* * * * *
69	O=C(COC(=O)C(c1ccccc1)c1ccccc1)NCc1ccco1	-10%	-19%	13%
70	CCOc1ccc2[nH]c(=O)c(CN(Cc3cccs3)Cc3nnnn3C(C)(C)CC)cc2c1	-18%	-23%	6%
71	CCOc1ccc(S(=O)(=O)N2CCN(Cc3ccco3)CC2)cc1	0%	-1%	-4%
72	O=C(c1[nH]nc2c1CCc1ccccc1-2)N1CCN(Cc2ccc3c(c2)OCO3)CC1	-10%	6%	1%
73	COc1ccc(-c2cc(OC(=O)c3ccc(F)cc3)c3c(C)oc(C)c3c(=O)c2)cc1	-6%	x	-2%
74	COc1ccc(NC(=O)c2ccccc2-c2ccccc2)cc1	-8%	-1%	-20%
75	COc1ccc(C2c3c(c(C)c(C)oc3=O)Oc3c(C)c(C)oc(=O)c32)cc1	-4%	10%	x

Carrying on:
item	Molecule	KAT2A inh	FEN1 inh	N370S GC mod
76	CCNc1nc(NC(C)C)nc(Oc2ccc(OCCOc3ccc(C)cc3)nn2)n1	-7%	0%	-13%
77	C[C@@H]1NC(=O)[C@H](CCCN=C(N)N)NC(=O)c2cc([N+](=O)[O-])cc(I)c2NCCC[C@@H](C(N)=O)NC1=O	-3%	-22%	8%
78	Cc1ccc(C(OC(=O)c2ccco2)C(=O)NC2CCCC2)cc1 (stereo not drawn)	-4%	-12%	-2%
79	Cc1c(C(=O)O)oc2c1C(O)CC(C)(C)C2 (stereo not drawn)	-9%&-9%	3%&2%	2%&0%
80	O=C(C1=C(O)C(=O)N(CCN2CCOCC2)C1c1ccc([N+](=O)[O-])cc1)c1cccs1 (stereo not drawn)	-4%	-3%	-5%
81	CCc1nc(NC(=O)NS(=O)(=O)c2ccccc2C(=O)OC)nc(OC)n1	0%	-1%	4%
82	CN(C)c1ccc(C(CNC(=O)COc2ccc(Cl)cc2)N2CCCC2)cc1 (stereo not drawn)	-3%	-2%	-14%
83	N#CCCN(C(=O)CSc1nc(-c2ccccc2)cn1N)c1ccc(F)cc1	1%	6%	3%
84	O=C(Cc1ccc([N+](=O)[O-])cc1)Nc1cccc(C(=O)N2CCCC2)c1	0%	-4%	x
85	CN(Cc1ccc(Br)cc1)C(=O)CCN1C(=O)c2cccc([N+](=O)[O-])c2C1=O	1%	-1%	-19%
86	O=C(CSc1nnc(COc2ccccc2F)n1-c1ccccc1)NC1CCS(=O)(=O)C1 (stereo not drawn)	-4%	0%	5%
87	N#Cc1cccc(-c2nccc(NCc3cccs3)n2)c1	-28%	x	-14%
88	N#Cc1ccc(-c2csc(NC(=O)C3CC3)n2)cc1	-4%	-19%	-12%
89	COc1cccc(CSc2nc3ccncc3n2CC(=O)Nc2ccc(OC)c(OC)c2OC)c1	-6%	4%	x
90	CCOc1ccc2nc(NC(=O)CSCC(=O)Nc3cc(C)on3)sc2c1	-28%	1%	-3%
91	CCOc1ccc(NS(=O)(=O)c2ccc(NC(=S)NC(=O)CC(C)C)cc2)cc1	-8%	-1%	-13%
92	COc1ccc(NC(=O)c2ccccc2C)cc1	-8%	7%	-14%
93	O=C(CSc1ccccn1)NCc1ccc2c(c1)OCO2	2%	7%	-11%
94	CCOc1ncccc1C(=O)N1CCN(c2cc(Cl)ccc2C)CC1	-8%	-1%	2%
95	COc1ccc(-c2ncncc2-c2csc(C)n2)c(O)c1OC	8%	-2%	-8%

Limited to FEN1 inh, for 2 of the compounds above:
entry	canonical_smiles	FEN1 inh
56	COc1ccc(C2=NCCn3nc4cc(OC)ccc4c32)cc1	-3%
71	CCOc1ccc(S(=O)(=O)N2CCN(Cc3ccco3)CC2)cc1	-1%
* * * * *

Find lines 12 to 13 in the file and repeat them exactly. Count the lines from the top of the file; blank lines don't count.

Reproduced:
78	Cc1ccc(C(OC(=O)c2ccco2)C(=O)NC2CCCC2)cc1 (stereo not drawn)	-4%	-12%	-2%
79	Cc1c(C(=O)O)oc2c1C(O)CC(C)(C)C2 (stereo not drawn)	-9%&-9%	3%&2%	2%&0%